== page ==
May 8, 2019 8:31 am
Updated: May 8, 2019 6:53 pm

Police seize Lego-shaped cannabis products in Timberlea raid

WATCH: Nova Scotia RCMP said they raided an unauthorized cannabis storefront on St. Margaret's Bay Road and seized over $60,000 in cannabis products, some of which are allegedly targeted at children. Whitney Middleton-Oickle has more.

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Police said they raided an unauthorized cannabis storefront on St. Margaret’s Bay Road and seized over $60,000 in cannabis products, some of which are allegedly targeted at children.

Nova Scotia RCMP said the raid at Timberleaf Alternative Medical Society was conducted on Monday at 9 a.m.

Police said that among other things, they seized very high-potency THC that is sold in the form of Lego blocks.

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READ MORE: Marijuana edibles: Is Canada on track to legalize them?

In an initial news release, police stated the Lego blocks contained a 500 mg dosage that is “strong enough to kill a child.”

But in an updated news release Wednesday afternoon, RCMP Cpl. Lisa Croteau said the initial release “included references and opinions that are outside of the scope of Nova Scotia RCMP.”

“There’s just some information on there, and some opinions that didn’t follow our process or our protocol,” said Cpl. Croteau.

“We had to send an amendment just so people are aware that this is what should have been sent out in the first place.”

In the initial release, police said Timberleaf Alternative Medical Society has made almost $1 million and spent only $50,000 on expenses, without paying taxes, since Jan. 1.

“This was a ‘cash only’ business,” the initial release said.  “A small number of people are making extreme profit and operating under the radar of Canada Revenue Service. Most of these profits leave Nova Scotia and don’t support our local economy.”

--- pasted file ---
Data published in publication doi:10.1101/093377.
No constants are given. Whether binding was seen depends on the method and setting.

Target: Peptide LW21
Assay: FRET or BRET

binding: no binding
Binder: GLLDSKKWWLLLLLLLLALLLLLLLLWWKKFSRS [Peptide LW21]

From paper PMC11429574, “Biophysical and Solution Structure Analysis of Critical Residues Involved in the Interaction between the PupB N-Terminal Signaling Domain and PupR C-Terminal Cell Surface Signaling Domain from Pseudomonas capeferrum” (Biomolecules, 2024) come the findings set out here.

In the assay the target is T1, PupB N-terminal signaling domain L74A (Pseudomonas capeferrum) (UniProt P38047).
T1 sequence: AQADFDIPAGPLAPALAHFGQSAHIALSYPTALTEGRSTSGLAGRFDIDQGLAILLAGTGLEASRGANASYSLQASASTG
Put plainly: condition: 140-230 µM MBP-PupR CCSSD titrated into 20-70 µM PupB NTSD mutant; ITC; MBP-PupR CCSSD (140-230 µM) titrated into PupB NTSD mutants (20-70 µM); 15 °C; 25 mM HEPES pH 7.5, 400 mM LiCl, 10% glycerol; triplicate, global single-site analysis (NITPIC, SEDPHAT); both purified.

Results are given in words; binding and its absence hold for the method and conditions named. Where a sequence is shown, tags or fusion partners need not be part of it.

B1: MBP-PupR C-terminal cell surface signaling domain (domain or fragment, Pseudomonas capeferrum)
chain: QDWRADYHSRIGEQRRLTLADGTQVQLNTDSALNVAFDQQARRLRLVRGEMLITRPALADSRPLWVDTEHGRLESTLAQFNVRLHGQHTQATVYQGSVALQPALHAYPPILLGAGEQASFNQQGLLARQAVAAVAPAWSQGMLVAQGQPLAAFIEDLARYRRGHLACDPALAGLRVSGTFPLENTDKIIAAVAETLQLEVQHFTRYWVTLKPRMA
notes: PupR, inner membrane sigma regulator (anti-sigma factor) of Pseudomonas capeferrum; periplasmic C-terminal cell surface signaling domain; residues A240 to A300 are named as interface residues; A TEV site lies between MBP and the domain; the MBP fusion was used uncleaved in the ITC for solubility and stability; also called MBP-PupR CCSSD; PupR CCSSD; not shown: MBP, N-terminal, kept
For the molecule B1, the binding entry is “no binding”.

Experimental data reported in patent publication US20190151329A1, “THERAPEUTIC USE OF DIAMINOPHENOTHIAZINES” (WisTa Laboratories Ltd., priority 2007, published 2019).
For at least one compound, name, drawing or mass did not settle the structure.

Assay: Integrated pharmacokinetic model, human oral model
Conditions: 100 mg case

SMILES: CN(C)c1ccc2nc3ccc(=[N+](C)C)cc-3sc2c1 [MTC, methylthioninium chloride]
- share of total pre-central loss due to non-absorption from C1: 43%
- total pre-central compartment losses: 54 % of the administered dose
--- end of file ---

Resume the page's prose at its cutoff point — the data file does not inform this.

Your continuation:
WATCH: Marijuana edibles: Legal to eat, illegal to buy

Police went on to say the dispensary used a promotional tactic that they are helping people with prescriptions, selling cannabis at a lower cost than government stores and offer better quality goods.

“None of these products are subjected to any quality control and many of the cannabis-related products are made in dangerous processes that involve harmful, toxic and volatile solvents,” the initial release read.

“These products are often made in private homes under unsanitary conditions.”

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The RCMP cited an example in Lower Sackville, where a cannabis dispensary was shut down two weeks ago. Police said people at the dispensary were filling gel capsules with a cannabis derivative by hand in a room that was “infested with rat feces.”

The only legal seller of cannabis in Nova Scotia is Nova Scotia Liquor Corporation (NSLC) or a Health Canada-approved online distributor.

“If you buy cannabis from illegal sellers, you are breaking the law, you are supporting organized crime and you are placing your health at risk,” the RCMP stated.

In the amended news release, the RCMP omitted how much money the dispensary has made and the reference to the Lower Sackville raid. It also said one man is facing charges in connection with the search, despite the original release indicating there were two arrests.

Cpl. Croteau said the release was sent out by the on-duty watch commander.

“Human error sometimes happens. We apologize for the confusion and for the information that shouldn’t have been put on the release.”

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